Call for Papers: Politics of Food & Drink in and of CEE
Abstracts: (200 words) to Gábor Egry email@example.com & Benjamin Tallis firstname.lastname@example.org by 30/11/2015
The politics of food and drink and understandings of food and drink as politics are underexplored in the Central and East European context. New Perspectives seeks to help address this by devoting a special issue to the contemporary and historical politics of food and drink in the region. Plural and interdisciplinary perspectives are encouraged in order to provoke new constellations of understanding in this fascinating, diverse and pervasive aspect of social and political life. A variety of historical and contemporary considerations, sketched below, prompted this call for papers, but authors are encouraged to interpret the call broadly and engage with the politics of food and drink in CEE from a variety of theoretical, conceptual and methodological perspectives.
Control over natural resources, among them food and water, was crucial for the rise and fall of civilizations and political entities since the beginnings of human societies. In the era of recurring shortages adaptation to natural conditions and expansion of arable land, just as the extension of political control to new or contested territories was still not able to break the Malthusian cycle characterizing predominantly agrarian communities which also affected the rising centres of urbanity. Despite modernity’s success in overcoming these limits, alimentation in modern societies, with a high diversity of professions and complex division of labour, is still a social issue of primary importance.
Crises in periods of modernity, such as the problems of substitution of wartime revealed the limits of sheer, dominating power in controlling material resources such as food and drink and require more nuanced understandings. Gastronomy in a broader sense, beyond consumption of basic necessities, is a matter of social status, social practices, identifications which could give a specific meaning to eating, and our understandings of power are incomplete without accounting for these influences. As culinary practices are often seen since time immemorial as expressions of culture, refinement or social position, amending them is not just a matter of taste, it also means to change the social fabric and structure and it often encounters resistance.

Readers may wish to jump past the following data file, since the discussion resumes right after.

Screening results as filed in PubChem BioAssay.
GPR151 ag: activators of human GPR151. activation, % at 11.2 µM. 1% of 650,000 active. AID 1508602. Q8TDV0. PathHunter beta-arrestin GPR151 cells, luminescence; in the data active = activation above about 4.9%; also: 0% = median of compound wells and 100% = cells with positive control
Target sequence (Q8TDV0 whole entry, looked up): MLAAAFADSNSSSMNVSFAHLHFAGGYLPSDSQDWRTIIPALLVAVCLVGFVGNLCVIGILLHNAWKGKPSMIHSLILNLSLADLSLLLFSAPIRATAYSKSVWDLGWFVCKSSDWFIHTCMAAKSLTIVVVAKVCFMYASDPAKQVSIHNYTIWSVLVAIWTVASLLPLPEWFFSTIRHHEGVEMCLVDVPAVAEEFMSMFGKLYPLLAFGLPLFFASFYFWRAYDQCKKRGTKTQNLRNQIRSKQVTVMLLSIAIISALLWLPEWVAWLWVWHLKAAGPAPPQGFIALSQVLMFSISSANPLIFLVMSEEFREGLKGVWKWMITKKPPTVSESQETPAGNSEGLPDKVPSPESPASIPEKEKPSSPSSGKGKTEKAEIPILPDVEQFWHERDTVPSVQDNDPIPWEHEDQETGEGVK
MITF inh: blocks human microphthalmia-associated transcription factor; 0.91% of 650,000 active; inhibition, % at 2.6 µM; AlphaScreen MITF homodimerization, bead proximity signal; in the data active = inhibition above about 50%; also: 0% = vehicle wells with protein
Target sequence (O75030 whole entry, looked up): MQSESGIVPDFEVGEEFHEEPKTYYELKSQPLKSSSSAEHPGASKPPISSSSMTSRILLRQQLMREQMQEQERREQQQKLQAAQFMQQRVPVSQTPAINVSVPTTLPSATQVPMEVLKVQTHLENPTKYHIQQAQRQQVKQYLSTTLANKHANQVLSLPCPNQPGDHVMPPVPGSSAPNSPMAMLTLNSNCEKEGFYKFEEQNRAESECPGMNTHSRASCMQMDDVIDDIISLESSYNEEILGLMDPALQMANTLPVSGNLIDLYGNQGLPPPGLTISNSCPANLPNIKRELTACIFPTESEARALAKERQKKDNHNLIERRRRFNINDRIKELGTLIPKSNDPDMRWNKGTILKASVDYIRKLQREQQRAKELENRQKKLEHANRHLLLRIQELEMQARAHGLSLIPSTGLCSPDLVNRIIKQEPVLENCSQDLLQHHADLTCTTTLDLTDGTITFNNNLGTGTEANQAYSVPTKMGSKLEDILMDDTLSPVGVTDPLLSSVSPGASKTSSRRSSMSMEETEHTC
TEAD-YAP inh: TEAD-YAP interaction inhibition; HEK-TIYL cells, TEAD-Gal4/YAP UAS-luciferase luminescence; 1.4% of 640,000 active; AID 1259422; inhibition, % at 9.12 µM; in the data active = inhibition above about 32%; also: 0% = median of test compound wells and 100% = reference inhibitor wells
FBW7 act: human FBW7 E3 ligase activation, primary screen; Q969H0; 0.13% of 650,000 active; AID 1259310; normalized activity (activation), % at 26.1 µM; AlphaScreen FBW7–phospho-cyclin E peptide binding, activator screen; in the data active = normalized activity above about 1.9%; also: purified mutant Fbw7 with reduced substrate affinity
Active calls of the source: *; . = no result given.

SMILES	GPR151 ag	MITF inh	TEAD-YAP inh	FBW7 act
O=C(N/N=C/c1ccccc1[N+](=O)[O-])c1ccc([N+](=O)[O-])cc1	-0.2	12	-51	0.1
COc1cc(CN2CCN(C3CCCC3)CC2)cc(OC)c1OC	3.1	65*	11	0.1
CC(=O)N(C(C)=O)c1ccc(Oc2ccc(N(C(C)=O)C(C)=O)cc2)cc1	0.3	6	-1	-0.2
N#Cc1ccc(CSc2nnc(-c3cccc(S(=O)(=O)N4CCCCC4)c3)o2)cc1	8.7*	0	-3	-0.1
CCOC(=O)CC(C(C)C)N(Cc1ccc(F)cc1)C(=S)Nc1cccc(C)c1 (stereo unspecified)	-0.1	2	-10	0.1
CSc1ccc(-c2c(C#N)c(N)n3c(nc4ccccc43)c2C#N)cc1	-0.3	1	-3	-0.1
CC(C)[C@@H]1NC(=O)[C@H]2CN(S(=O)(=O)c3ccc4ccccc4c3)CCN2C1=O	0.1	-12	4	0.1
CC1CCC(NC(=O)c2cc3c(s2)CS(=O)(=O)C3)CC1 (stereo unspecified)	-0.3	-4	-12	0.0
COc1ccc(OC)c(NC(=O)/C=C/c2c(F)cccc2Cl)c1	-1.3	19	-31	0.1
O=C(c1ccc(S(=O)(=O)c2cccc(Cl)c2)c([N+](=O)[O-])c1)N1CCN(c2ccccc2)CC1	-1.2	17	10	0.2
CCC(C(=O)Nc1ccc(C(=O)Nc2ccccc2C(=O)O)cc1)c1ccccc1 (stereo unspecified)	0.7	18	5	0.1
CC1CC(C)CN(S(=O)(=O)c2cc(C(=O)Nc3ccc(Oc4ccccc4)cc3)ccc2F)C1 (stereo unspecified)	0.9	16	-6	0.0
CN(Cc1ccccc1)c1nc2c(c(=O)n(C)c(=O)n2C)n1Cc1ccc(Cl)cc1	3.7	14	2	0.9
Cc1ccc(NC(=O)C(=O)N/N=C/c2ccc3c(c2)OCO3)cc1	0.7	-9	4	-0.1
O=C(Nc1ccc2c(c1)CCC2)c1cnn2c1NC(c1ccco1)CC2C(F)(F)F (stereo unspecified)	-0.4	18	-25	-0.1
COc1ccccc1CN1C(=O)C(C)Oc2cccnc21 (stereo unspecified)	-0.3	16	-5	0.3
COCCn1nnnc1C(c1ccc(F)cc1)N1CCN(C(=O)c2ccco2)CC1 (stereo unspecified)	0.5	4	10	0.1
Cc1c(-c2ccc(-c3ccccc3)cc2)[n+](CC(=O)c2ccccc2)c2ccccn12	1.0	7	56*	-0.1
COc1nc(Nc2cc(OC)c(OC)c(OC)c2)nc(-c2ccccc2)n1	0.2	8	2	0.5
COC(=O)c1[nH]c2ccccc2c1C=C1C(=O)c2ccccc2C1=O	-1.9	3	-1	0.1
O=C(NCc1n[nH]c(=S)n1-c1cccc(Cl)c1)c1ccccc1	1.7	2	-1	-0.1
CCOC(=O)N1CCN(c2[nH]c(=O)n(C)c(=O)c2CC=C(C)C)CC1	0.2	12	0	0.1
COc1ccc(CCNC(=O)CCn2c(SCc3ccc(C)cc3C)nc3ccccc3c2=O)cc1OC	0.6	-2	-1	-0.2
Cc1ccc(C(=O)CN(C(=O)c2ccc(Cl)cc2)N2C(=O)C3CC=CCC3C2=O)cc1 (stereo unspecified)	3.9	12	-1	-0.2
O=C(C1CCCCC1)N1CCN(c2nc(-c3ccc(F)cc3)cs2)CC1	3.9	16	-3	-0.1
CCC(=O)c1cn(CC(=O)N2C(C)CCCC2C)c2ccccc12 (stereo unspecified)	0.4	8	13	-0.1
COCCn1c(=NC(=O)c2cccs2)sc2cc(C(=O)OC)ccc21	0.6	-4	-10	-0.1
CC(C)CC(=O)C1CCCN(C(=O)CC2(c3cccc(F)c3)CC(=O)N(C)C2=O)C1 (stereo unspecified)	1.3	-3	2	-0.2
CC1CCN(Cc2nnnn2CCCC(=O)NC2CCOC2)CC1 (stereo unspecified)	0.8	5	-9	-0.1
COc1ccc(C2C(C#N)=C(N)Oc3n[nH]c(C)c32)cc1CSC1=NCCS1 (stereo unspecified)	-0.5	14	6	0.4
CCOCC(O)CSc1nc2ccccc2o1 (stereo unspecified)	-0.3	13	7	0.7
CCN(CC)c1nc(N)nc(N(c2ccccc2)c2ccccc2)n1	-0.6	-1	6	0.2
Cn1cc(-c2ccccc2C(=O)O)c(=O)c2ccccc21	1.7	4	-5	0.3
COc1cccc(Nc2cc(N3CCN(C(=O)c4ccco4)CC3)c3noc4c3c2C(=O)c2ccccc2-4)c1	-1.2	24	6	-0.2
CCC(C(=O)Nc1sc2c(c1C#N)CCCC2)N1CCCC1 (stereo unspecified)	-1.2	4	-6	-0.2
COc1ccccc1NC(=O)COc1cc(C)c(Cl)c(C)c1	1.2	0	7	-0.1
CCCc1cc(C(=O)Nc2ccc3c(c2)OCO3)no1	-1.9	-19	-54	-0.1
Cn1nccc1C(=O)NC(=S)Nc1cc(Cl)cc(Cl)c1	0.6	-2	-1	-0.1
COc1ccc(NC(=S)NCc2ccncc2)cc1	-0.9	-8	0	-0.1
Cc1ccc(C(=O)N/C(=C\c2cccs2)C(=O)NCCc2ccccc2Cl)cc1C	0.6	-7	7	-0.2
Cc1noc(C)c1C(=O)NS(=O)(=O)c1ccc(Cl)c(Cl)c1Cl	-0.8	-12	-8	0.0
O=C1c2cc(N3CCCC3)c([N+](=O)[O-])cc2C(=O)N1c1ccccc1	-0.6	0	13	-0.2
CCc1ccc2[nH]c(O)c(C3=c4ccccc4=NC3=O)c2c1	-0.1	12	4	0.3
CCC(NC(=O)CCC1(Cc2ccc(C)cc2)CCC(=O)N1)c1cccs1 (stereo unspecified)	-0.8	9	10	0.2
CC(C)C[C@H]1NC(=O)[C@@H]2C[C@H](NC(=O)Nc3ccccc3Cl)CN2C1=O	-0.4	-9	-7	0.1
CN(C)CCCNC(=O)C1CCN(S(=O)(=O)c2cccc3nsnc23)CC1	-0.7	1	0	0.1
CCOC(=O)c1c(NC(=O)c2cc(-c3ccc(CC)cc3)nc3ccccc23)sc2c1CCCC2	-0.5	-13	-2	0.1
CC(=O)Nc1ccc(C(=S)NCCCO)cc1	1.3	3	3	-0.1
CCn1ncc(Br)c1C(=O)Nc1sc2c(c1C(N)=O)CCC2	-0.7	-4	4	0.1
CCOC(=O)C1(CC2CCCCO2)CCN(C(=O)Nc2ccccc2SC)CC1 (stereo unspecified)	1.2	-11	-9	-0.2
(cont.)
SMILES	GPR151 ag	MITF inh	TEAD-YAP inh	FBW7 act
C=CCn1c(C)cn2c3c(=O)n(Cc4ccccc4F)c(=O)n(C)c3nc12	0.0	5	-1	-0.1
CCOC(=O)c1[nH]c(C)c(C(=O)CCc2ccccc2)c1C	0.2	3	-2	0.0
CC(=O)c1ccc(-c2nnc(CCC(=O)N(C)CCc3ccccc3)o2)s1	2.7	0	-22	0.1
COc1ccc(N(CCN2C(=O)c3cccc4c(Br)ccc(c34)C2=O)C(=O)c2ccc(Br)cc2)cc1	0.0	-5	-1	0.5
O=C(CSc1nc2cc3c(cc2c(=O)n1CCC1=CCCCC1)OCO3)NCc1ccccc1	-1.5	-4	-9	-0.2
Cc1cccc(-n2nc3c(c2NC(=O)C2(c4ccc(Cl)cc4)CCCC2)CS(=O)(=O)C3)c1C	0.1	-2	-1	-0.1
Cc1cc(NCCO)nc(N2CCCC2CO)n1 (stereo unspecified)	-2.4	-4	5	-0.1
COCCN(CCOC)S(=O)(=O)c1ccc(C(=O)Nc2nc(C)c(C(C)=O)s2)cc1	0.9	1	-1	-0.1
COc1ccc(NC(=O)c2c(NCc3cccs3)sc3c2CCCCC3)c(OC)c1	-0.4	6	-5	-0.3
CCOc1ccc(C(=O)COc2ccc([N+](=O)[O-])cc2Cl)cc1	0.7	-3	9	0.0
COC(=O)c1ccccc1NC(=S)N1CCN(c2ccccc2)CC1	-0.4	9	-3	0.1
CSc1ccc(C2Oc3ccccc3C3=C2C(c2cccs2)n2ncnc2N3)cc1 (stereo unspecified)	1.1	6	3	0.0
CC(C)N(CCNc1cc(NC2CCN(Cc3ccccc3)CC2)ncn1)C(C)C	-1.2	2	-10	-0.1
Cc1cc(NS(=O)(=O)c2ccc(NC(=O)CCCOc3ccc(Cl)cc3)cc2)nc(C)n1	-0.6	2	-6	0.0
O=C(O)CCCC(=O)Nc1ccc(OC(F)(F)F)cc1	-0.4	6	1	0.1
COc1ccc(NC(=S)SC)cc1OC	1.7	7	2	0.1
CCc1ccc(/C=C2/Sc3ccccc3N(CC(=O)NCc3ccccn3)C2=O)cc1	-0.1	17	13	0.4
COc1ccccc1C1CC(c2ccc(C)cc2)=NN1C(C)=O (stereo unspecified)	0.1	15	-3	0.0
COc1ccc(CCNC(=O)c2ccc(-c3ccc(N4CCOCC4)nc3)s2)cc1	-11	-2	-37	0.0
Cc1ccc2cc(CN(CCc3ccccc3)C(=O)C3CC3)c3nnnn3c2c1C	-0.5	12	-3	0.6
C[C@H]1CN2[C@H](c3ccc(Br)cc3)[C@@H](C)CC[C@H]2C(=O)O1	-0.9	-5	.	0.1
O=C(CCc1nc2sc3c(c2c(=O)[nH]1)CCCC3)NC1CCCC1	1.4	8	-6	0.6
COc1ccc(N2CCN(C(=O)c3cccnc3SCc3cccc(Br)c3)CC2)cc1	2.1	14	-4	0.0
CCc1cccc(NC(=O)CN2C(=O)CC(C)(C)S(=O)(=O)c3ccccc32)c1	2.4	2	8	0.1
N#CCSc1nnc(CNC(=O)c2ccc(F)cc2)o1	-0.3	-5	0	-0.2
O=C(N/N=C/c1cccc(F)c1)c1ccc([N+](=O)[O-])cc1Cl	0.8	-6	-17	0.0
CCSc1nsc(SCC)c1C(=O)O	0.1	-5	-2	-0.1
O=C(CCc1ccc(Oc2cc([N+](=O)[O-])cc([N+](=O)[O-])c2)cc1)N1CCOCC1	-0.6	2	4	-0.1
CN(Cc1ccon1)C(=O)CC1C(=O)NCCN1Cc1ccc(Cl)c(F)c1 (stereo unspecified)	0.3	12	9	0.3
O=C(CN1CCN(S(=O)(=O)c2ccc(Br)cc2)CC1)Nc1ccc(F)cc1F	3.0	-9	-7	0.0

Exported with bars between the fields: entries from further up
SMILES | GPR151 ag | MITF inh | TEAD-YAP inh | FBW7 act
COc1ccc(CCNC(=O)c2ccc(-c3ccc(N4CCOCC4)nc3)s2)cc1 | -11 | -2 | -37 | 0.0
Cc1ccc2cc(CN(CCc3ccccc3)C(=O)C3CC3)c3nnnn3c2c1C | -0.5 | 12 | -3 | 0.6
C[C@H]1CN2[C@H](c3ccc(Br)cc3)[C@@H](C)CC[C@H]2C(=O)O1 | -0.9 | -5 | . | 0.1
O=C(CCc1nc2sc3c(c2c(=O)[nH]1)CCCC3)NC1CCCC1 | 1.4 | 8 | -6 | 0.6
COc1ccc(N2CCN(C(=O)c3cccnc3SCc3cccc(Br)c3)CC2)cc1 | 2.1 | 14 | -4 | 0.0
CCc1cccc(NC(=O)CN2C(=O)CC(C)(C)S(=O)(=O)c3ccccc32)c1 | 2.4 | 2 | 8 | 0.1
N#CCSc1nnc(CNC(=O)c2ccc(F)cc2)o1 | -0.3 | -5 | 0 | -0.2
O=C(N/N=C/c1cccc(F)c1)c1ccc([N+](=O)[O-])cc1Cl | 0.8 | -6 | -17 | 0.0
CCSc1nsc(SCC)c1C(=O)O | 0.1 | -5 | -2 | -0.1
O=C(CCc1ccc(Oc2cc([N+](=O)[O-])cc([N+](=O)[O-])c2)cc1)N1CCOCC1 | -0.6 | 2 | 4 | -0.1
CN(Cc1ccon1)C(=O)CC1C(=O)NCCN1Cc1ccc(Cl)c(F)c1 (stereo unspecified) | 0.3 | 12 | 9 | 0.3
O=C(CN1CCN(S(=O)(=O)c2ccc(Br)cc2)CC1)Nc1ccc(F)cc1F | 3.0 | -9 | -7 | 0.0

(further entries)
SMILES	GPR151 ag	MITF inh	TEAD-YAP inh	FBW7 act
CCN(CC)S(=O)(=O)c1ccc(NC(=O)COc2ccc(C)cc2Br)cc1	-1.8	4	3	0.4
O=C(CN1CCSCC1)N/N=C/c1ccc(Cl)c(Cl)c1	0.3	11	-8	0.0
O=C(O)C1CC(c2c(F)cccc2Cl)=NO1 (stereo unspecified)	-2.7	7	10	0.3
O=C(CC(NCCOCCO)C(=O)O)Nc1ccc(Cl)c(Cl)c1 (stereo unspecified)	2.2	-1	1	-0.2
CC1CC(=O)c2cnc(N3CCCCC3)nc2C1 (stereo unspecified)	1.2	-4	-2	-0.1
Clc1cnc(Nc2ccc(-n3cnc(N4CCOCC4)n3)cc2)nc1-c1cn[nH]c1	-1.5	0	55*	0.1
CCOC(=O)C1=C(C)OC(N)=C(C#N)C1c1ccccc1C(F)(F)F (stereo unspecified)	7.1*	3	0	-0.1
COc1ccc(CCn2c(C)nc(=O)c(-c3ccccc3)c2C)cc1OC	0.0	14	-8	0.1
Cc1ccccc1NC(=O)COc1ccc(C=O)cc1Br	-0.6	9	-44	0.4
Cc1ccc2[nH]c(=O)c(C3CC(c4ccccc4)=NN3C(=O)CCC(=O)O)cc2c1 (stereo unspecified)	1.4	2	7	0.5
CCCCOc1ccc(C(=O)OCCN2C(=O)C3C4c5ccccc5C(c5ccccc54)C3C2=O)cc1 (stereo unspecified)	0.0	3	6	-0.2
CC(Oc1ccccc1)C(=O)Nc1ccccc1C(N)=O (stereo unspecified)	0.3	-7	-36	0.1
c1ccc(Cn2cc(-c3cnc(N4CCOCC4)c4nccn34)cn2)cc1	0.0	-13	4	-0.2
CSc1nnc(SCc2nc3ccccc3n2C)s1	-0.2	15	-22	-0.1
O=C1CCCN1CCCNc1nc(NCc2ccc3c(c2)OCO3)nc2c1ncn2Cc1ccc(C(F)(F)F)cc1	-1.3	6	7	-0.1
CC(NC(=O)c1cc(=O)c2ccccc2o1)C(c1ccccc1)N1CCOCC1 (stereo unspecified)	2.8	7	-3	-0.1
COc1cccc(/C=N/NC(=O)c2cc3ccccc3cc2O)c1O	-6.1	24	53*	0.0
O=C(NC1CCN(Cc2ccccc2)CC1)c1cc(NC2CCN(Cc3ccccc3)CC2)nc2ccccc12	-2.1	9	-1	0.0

Multi-ethnic and entangled societies, such as those of CEE, laying at the crossroads of East, South and West, were often exposed to population movements, conquest or domination of external powers, and societies at different stages of modernity encountered each other in the same space and time. Therefore, the region is a rich field for exploring diverse aspects of culinary politics, be it competing, entangled or parallel nation buildings, social engineering through and with gastronomy, cultural transfers and biopolitics, to name only a few. Other, often overlooked, phenomena like the changing offer and role of dining cars of long distance and/or international railways throughout the twentieth century and into the present can also exemplify how a specific, and seemingly irrelevant object of culinary politics can reveal an abundance issues of social and political importance.
New Perspectives thus devotes a special issue to these problems. We invite contributions to this special issue from a broad range of disciplines form literary studies through history, sociology and political sciences to cultural studies, focusing primarily on the modern period and contemporary phenomena but open to broad interpretation of such.
The following list is far from exhaustive but possible topics include the socio-politics of:
Colonialism and post-colonialist gastronomies; Empowerment, social movements of post-materialism, post-industrialism and culinary politics; New attempts at social organization; Nations, representations of ethnicity, differentiations and redefinitions of national identities; Migrating people and migrating cuisines, entanglements, transfers, political propaganda and “branding”; Legitimation, stigmatisation, consumption and its social and political history; Exploitation, deprivation, scarcity and substitution; Food sanctions and food destruction …